The number of UK troops in Iraq will be reduced by 800 to 7,000, Defence Secretary John Reid has announced.
British forces could withdraw from some areas
Mr Reid said they could be withdrawn in May because Iraqi forces, now numbering 235,000, were capable of overseeing tactical responsibilities.
But this is not part of the "handover of responsibility", he told MPs.
A new committee of Iraqi ministers, military staff and coalition figures will start assessing whether some provinces can begin the handover.
But former Army officer Colonel Tim Collins said the reduction sent out the wrong message and the Iraqi army was in no condition to take over.
"This is no time to give those trying to start a civil war any hope or succour," he told BBC News.
The reduction means a total of 3,000 troops will have been withdrawn since October 2003, when there were 10,000 British troops there.
Mr Reid said there were now 235,000 members of the Iraqi security forces equipped and trained, with 5,000 more signing up every month.
And the Iraqi Army has 110 operational combat battalions carrying out counter-insurgency operations.
This decision to reduce numbers was not prompted by a rise in violence and was not part of a wider timetable, said the minister.
It reflected the "completion of some of our security sector reform tasks to develop the capability of the Iraqi forces", he said, and improvements in the way UK forces are configured.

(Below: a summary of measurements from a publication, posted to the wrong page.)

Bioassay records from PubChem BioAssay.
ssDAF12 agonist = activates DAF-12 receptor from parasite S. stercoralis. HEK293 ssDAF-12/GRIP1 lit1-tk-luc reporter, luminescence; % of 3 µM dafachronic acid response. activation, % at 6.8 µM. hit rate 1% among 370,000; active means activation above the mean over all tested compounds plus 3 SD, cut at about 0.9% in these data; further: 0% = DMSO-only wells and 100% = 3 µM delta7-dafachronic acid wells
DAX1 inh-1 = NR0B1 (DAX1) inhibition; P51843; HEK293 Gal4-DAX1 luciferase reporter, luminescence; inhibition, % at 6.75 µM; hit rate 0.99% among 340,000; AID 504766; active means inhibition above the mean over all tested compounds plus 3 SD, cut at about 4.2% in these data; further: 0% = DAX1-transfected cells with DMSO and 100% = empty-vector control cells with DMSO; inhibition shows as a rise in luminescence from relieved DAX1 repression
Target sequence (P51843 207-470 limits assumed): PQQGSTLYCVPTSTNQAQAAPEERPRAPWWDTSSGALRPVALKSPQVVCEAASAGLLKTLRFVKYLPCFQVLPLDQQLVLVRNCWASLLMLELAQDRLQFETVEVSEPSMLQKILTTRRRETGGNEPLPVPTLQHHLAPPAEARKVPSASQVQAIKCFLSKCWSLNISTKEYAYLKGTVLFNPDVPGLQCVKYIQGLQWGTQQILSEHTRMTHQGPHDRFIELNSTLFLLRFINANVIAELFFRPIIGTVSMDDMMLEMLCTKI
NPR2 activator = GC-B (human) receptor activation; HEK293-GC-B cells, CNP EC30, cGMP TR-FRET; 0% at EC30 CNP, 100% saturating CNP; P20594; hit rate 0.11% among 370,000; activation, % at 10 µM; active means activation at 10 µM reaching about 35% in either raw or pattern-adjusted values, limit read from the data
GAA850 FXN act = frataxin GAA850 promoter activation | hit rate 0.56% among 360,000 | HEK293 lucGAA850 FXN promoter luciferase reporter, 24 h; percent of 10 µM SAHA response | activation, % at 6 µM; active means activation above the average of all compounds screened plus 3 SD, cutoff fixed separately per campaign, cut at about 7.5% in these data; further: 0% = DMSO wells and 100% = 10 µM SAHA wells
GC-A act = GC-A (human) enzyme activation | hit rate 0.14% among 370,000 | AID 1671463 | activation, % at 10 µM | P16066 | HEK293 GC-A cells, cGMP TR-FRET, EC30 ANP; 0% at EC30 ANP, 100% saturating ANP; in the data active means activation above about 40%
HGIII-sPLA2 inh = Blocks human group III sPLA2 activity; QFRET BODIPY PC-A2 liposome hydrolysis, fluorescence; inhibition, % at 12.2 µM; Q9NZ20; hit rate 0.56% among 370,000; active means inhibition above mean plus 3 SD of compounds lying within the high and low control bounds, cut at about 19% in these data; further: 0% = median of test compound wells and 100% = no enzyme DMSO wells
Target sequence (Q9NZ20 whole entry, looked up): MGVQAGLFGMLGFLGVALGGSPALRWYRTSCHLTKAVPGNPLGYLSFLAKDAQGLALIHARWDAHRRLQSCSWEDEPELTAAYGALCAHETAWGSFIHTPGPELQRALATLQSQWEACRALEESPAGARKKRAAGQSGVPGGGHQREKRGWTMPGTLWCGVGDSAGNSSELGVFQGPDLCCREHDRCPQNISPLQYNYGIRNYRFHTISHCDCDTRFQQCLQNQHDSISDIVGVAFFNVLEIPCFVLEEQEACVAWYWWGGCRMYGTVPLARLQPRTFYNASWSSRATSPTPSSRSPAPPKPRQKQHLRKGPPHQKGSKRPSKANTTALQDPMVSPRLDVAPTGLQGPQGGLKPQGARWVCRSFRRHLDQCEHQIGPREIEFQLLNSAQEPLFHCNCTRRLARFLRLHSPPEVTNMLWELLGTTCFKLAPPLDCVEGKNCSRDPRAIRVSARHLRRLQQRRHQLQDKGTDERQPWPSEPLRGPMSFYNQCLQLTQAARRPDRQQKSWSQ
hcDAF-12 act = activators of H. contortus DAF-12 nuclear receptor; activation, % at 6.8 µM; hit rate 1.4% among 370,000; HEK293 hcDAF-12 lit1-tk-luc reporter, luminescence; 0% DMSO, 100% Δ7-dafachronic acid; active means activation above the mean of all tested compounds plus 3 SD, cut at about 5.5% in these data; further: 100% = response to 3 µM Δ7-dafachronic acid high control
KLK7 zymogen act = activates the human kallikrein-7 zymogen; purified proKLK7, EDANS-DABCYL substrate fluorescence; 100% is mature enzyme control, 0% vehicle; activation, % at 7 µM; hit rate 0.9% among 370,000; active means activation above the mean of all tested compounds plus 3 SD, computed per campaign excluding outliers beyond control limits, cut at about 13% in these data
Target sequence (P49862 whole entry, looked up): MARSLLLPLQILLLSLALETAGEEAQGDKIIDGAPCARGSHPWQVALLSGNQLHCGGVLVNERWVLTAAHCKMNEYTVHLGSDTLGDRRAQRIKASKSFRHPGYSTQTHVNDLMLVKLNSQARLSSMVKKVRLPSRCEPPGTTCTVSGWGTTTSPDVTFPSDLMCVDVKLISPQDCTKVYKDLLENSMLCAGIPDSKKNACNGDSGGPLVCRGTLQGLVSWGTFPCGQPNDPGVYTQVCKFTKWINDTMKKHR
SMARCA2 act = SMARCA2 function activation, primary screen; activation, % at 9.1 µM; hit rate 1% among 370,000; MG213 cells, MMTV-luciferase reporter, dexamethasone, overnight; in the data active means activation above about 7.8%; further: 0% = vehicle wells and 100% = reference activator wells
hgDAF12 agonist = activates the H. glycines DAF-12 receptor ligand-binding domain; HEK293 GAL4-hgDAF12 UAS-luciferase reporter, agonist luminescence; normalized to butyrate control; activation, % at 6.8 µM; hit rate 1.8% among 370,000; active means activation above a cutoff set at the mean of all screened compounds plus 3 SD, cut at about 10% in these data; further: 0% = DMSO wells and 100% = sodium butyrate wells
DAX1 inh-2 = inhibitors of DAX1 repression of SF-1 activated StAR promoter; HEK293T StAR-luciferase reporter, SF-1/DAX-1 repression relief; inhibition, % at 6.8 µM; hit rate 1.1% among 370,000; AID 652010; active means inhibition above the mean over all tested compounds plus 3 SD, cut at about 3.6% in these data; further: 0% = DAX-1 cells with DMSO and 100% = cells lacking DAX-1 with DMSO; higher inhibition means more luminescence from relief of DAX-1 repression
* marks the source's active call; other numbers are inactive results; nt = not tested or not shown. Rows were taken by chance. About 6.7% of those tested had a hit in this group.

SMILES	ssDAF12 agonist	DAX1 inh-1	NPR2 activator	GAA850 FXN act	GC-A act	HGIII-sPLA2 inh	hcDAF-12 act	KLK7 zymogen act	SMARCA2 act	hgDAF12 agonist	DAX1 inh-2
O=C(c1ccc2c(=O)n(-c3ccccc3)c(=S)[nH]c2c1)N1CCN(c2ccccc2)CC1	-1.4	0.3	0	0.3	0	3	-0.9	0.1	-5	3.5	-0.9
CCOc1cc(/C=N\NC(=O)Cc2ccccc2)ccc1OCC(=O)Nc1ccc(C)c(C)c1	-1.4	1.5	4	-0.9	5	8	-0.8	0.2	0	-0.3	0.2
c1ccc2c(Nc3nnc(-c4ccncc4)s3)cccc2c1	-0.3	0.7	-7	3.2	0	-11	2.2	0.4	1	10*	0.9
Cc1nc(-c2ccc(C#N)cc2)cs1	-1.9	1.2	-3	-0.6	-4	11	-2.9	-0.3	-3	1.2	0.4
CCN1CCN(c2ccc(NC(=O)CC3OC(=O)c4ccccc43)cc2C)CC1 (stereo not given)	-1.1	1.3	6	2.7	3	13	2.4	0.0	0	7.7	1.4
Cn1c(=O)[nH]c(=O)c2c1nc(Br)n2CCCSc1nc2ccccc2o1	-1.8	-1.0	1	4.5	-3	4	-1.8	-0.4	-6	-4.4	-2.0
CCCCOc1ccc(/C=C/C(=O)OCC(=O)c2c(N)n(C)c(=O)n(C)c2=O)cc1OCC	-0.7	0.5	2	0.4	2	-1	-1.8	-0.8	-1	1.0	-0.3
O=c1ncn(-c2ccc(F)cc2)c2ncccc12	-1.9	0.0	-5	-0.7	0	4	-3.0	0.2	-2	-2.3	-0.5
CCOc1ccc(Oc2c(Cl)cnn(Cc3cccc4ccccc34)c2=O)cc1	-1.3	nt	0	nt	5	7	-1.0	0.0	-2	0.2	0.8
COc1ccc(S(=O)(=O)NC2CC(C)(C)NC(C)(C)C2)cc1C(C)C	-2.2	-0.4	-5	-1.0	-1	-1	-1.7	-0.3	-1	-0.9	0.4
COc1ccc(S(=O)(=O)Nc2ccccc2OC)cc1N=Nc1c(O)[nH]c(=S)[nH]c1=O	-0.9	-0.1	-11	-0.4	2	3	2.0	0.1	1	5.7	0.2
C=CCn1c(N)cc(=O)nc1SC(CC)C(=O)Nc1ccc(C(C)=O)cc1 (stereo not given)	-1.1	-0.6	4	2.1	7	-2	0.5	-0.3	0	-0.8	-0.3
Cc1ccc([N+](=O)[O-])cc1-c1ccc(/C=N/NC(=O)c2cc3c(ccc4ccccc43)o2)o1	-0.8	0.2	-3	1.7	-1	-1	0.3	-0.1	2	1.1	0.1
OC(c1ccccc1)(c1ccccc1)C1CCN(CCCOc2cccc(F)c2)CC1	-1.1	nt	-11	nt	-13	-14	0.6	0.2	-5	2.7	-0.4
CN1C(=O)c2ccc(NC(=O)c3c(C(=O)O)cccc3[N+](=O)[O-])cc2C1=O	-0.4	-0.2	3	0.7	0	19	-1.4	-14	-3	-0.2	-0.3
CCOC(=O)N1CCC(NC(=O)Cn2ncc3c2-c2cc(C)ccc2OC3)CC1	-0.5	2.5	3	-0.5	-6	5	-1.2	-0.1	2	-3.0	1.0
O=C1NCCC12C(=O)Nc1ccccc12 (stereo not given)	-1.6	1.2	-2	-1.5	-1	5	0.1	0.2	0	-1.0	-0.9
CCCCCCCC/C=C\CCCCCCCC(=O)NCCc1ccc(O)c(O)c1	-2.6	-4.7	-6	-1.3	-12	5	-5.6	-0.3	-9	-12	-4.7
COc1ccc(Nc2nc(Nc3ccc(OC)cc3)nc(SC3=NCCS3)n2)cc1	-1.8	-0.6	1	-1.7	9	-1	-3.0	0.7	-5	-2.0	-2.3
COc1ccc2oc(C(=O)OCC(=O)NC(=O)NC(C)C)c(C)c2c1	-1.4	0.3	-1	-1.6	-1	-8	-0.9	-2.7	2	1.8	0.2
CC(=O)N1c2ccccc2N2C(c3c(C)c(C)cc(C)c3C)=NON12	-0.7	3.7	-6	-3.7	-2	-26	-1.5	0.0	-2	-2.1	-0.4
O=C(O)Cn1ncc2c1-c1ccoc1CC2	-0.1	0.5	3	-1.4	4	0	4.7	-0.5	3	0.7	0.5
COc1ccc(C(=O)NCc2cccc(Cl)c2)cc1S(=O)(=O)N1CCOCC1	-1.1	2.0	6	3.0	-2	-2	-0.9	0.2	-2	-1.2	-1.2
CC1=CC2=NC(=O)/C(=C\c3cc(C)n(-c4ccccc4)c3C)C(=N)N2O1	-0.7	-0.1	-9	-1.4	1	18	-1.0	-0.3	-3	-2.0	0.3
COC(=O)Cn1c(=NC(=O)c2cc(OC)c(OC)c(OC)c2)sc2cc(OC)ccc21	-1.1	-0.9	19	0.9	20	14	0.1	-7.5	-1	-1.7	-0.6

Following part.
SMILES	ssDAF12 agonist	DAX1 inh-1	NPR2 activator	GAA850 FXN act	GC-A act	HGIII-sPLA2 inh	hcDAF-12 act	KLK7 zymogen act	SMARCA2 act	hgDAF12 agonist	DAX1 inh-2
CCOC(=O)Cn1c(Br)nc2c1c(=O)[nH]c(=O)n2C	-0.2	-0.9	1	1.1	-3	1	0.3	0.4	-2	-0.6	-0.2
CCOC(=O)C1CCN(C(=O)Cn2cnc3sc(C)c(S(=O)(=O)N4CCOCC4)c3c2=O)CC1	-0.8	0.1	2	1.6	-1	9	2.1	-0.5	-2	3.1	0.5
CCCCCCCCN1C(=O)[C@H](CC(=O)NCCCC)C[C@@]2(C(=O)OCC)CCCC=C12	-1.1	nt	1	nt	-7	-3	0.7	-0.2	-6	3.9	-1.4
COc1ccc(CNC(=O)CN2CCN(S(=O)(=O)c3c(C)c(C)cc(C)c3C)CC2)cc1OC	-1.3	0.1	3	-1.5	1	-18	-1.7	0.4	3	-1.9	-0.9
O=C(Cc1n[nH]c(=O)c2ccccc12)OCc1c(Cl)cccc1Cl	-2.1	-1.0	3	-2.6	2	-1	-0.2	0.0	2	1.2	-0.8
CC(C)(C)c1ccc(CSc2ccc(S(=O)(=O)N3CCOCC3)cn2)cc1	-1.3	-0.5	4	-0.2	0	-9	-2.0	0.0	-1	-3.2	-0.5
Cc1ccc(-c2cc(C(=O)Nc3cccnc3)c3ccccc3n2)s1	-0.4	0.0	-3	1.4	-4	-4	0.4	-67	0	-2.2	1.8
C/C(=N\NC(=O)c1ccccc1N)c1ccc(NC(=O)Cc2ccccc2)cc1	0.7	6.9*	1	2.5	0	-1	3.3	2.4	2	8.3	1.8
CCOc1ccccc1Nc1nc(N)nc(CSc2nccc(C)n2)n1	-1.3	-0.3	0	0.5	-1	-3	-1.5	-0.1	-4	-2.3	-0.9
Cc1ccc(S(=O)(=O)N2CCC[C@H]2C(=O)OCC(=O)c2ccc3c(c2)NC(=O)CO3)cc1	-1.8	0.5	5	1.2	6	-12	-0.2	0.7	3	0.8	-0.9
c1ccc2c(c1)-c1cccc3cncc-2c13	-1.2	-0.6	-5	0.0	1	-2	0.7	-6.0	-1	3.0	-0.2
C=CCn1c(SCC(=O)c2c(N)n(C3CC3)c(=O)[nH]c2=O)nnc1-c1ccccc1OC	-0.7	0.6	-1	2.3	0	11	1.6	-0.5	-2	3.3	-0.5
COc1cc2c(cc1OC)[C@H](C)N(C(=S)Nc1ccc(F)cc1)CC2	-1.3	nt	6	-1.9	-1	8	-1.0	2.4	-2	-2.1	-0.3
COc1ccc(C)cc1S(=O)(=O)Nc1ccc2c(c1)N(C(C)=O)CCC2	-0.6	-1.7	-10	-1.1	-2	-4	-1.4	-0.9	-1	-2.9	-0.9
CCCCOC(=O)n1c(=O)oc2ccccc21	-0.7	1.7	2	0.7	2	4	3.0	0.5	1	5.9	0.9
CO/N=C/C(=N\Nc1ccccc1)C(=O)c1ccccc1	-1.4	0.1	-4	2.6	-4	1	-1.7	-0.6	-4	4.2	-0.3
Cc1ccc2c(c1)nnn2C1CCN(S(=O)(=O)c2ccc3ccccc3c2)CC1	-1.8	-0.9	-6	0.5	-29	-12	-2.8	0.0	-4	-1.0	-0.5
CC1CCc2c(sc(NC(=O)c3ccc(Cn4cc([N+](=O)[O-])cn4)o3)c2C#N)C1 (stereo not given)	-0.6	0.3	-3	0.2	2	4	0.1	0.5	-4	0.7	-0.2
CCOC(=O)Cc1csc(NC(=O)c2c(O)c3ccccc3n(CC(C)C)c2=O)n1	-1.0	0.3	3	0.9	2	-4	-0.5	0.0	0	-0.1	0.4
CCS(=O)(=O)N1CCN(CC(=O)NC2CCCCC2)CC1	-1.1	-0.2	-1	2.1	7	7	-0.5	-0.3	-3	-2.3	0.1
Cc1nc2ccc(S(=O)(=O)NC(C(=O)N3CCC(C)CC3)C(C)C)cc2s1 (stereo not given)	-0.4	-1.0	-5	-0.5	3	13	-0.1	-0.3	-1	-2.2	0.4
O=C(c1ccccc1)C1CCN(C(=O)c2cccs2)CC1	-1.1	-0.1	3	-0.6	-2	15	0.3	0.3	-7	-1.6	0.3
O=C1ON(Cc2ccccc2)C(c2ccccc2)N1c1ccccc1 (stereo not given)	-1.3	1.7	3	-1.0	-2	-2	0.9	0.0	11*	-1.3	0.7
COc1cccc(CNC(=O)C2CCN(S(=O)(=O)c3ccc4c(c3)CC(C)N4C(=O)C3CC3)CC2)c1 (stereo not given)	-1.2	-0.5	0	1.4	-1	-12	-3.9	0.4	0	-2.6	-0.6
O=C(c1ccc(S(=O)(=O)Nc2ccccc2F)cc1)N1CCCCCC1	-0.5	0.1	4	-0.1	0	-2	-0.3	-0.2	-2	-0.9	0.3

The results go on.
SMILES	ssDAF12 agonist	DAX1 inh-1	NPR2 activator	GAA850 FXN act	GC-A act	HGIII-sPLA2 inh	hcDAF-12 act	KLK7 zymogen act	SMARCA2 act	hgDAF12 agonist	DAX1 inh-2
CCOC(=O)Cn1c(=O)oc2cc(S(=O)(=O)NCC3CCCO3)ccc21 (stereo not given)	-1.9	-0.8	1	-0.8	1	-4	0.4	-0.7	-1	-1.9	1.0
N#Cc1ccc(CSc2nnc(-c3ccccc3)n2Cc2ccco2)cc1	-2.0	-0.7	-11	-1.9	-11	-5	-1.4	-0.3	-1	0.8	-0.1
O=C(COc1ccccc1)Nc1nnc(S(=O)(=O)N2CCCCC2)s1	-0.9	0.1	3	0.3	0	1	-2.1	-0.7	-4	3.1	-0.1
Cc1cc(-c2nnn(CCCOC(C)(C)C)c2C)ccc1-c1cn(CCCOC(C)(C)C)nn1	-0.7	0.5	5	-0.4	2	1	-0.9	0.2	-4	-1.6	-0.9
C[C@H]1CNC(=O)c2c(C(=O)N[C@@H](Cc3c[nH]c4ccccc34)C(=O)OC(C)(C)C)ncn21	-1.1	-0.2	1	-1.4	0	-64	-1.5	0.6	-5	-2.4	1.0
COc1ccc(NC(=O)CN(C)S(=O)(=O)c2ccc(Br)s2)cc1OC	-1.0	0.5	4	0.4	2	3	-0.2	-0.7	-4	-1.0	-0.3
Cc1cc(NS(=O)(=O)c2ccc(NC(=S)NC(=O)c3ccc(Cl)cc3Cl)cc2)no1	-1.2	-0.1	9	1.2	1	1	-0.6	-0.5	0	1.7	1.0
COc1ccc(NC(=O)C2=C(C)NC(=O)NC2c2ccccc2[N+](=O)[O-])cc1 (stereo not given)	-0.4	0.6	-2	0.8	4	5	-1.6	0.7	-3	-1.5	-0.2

"Let me stress that the reductions I have announced are not part of a handover of security responsibility," said Mr Reid.
"They are not caused by, nor a cause of, changes in troop levels of other coalition allies.
"In the next few weeks the joint committee to transfer security responsibility will start the assessment phase to look at whether conditions have been met for some provinces to begin the handover process."
Shadow defence minister Gerald Howarth said it would be "folly" to withdraw before Iraqi forces were capable of providing adequate security.
He sought an assurance, which Mr Reid gave, that the decision was not due to the need to find additional troops to send to Afghanistan.
Mr Reid praised the "magnificent work" of troops
Downing Street has always insisted there is no strict timetable for British troops to quit Iraq and withdrawal depended on the "quality and quantity" of Iraqi troops.
Lieutenant General Nick Houghton, the UK's senior commander in Iraq, had told a newspaper they could withdraw by 2008.
Elsewhere in his Commons statement, Mr Reid said the current lead formation in Iraq, 7th Armoured Brigade, will be replaced in May by 20th Armoured Brigade.
Major units, including 1st The Queen's Dragoon Guards and the 12th Regiment Royal Artillery, would replace those currently in Iraq.
Aviation support will be reduced by two Sea King helicopters in May but support for the Iraqi Navy and the coalition task force in the north of the Gulf would be unchanged.
Mr Reid said despite the continued violence, civil war was "neither imminent nor inevitable" and the calm reaction of Iraqi civilians and troops were encouraging signs.
"Despite the ferocity of the terrorist, the Iraqi people will not be defeated - and our will to see the job done will not be broken."